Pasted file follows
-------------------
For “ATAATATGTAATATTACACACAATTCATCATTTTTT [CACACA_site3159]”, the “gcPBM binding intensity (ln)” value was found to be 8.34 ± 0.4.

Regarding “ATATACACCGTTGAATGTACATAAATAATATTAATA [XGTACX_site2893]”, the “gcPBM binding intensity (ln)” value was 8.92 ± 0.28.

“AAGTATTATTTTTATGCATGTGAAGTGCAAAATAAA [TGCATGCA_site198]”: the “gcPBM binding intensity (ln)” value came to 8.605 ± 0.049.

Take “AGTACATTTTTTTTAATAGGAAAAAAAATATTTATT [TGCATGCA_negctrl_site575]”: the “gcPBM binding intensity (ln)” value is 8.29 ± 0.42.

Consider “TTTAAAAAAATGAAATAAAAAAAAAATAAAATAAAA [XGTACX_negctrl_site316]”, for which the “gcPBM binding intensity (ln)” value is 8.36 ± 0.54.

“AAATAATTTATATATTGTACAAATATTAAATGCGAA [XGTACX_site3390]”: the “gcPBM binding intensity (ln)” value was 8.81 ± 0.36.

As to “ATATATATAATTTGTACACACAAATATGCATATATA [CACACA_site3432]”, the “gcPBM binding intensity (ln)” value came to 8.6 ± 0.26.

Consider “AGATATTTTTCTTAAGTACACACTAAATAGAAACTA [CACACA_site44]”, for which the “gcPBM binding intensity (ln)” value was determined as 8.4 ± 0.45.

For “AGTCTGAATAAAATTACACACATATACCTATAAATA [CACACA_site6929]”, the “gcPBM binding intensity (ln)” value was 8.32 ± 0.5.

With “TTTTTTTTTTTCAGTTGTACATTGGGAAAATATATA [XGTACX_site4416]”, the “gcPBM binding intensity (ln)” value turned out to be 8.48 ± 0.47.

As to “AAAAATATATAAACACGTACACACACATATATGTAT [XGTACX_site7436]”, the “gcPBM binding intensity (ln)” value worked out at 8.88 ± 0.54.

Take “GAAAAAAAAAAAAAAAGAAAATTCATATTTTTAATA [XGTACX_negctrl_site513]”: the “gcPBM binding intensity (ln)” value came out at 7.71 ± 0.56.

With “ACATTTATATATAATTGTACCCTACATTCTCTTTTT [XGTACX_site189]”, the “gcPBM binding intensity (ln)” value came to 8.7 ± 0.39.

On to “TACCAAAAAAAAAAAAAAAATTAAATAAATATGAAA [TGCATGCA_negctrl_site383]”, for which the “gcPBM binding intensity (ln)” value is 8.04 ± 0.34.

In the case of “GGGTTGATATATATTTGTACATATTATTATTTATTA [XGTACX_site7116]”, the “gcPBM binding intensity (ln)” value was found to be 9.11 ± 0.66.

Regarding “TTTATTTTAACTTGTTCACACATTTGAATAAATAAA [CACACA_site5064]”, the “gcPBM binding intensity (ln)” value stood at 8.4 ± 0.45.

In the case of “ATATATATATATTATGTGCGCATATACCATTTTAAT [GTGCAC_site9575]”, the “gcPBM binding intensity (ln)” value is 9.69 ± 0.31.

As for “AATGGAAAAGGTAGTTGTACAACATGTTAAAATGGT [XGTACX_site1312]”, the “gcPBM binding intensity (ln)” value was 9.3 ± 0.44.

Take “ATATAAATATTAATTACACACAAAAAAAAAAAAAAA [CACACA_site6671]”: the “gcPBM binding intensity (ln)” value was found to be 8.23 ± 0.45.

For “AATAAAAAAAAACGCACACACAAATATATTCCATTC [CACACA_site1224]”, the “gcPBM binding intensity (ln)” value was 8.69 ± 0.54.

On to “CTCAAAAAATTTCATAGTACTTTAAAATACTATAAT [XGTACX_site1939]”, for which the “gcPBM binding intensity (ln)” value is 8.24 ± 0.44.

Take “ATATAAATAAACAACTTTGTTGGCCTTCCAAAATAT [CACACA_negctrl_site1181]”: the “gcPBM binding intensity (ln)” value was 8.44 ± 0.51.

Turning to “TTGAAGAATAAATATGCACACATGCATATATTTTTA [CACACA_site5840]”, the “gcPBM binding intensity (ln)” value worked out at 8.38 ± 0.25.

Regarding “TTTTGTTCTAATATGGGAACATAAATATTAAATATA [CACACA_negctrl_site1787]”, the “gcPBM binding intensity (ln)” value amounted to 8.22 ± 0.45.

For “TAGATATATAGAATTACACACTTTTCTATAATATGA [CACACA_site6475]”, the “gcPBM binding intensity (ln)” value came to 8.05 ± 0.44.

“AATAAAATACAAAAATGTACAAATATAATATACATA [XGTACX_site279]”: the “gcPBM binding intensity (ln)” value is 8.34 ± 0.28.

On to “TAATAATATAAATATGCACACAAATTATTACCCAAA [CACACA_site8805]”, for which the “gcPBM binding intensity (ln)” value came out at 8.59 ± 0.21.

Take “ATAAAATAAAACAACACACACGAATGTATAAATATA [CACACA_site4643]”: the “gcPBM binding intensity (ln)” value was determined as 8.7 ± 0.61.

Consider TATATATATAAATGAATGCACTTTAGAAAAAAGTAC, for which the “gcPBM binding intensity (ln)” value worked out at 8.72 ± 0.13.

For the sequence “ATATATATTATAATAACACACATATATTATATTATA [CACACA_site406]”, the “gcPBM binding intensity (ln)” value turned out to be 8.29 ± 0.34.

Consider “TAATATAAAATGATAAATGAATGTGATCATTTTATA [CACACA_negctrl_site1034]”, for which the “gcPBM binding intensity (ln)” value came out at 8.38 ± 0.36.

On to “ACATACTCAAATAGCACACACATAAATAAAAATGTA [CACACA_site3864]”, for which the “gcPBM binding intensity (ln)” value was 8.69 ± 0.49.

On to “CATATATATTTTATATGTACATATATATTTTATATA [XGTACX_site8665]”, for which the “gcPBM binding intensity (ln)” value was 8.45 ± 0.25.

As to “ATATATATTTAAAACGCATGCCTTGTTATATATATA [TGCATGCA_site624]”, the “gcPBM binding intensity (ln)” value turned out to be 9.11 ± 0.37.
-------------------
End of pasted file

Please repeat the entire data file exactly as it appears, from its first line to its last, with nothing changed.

For “ATAATATGTAATATTACACACAATTCATCATTTTTT [CACACA_site3159]”, the “gcPBM binding intensity (ln)” value was found to be 8.34 ± 0.4.

Regarding “ATATACACCGTTGAATGTACATAAATAATATTAATA [XGTACX_site2893]”, the “gcPBM binding intensity (ln)” value was 8.92 ± 0.28.

“AAGTATTATTTTTATGCATGTGAAGTGCAAAATAAA [TGCATGCA_site198]”: the “gcPBM binding intensity (ln)” value came to 8.605 ± 0.049.

Take “AGTACATTTTTTTTAATAGGAAAAAAAATATTTATT [TGCATGCA_negctrl_site575]”: the “gcPBM binding intensity (ln)” value is 8.29 ± 0.42.

Consider “TTTAAAAAAATGAAATAAAAAAAAAATAAAATAAAA [XGTACX_negctrl_site316]”, for which the “gcPBM binding intensity (ln)” value is 8.36 ± 0.54.

“AAATAATTTATATATTGTACAAATATTAAATGCGAA [XGTACX_site3390]”: the “gcPBM binding intensity (ln)” value was 8.81 ± 0.36.

As to “ATATATATAATTTGTACACACAAATATGCATATATA [CACACA_site3432]”, the “gcPBM binding intensity (ln)” value came to 8.6 ± 0.26.

Consider “AGATATTTTTCTTAAGTACACACTAAATAGAAACTA [CACACA_site44]”, for which the “gcPBM binding intensity (ln)” value was determined as 8.4 ± 0.45.

For “AGTCTGAATAAAATTACACACATATACCTATAAATA [CACACA_site6929]”, the “gcPBM binding intensity (ln)” value was 8.32 ± 0.5.

With “TTTTTTTTTTTCAGTTGTACATTGGGAAAATATATA [XGTACX_site4416]”, the “gcPBM binding intensity (ln)” value turned out to be 8.48 ± 0.47.

As to “AAAAATATATAAACACGTACACACACATATATGTAT [XGTACX_site7436]”, the “gcPBM binding intensity (ln)” value worked out at 8.88 ± 0.54.

Take “GAAAAAAAAAAAAAAAGAAAATTCATATTTTTAATA [XGTACX_negctrl_site513]”: the “gcPBM binding intensity (ln)” value came out at 7.71 ± 0.56.

With “ACATTTATATATAATTGTACCCTACATTCTCTTTTT [XGTACX_site189]”, the “gcPBM binding intensity (ln)” value came to 8.7 ± 0.39.

On to “TACCAAAAAAAAAAAAAAAATTAAATAAATATGAAA [TGCATGCA_negctrl_site383]”, for which the “gcPBM binding intensity (ln)” value is 8.04 ± 0.34.

In the case of “GGGTTGATATATATTTGTACATATTATTATTTATTA [XGTACX_site7116]”, the “gcPBM binding intensity (ln)” value was found to be 9.11 ± 0.66.

Regarding “TTTATTTTAACTTGTTCACACATTTGAATAAATAAA [CACACA_site5064]”, the “gcPBM binding intensity (ln)” value stood at 8.4 ± 0.45.

In the case of “ATATATATATATTATGTGCGCATATACCATTTTAAT [GTGCAC_site9575]”, the “gcPBM binding intensity (ln)” value is 9.69 ± 0.31.

As for “AATGGAAAAGGTAGTTGTACAACATGTTAAAATGGT [XGTACX_site1312]”, the “gcPBM binding intensity (ln)” value was 9.3 ± 0.44.

Take “ATATAAATATTAATTACACACAAAAAAAAAAAAAAA [CACACA_site6671]”: the “gcPBM binding intensity (ln)” value was found to be 8.23 ± 0.45.

For “AATAAAAAAAAACGCACACACAAATATATTCCATTC [CACACA_site1224]”, the “gcPBM binding intensity (ln)” value was 8.69 ± 0.54.

On to “CTCAAAAAATTTCATAGTACTTTAAAATACTATAAT [XGTACX_site1939]”, for which the “gcPBM binding intensity (ln)” value is 8.24 ± 0.44.

Take “ATATAAATAAACAACTTTGTTGGCCTTCCAAAATAT [CACACA_negctrl_site1181]”: the “gcPBM binding intensity (ln)” value was 8.44 ± 0.51.

Turning to “TTGAAGAATAAATATGCACACATGCATATATTTTTA [CACACA_site5840]”, the “gcPBM binding intensity (ln)” value worked out at 8.38 ± 0.25.

Regarding “TTTTGTTCTAATATGGGAACATAAATATTAAATATA [CACACA_negctrl_site1787]”, the “gcPBM binding intensity (ln)” value amounted to 8.22 ± 0.45.

For “TAGATATATAGAATTACACACTTTTCTATAATATGA [CACACA_site6475]”, the “gcPBM binding intensity (ln)” value came to 8.05 ± 0.44.

“AATAAAATACAAAAATGTACAAATATAATATACATA [XGTACX_site279]”: the “gcPBM binding intensity (ln)” value is 8.34 ± 0.28.

On to “TAATAATATAAATATGCACACAAATTATTACCCAAA [CACACA_site8805]”, for which the “gcPBM binding intensity (ln)” value came out at 8.59 ± 0.21.

Take “ATAAAATAAAACAACACACACGAATGTATAAATATA [CACACA_site4643]”: the “gcPBM binding intensity (ln)” value was determined as 8.7 ± 0.61.

Consider TATATATATAAATGAATGCACTTTAGAAAAAAGTAC, for which the “gcPBM binding intensity (ln)” value worked out at 8.72 ± 0.13.

For the sequence “ATATATATTATAATAACACACATATATTATATTATA [CACACA_site406]”, the “gcPBM binding intensity (ln)” value turned out to be 8.29 ± 0.34.

Consider “TAATATAAAATGATAAATGAATGTGATCATTTTATA [CACACA_negctrl_site1034]”, for which the “gcPBM binding intensity (ln)” value came out at 8.38 ± 0.36.

On to “ACATACTCAAATAGCACACACATAAATAAAAATGTA [CACACA_site3864]”, for which the “gcPBM binding intensity (ln)” value was 8.69 ± 0.49.

On to “CATATATATTTTATATGTACATATATATTTTATATA [XGTACX_site8665]”, for which the “gcPBM binding intensity (ln)” value was 8.45 ± 0.25.

As to “ATATATATTTAAAACGCATGCCTTGTTATATATATA [TGCATGCA_site624]”, the “gcPBM binding intensity (ln)” value turned out to be 9.11 ± 0.37.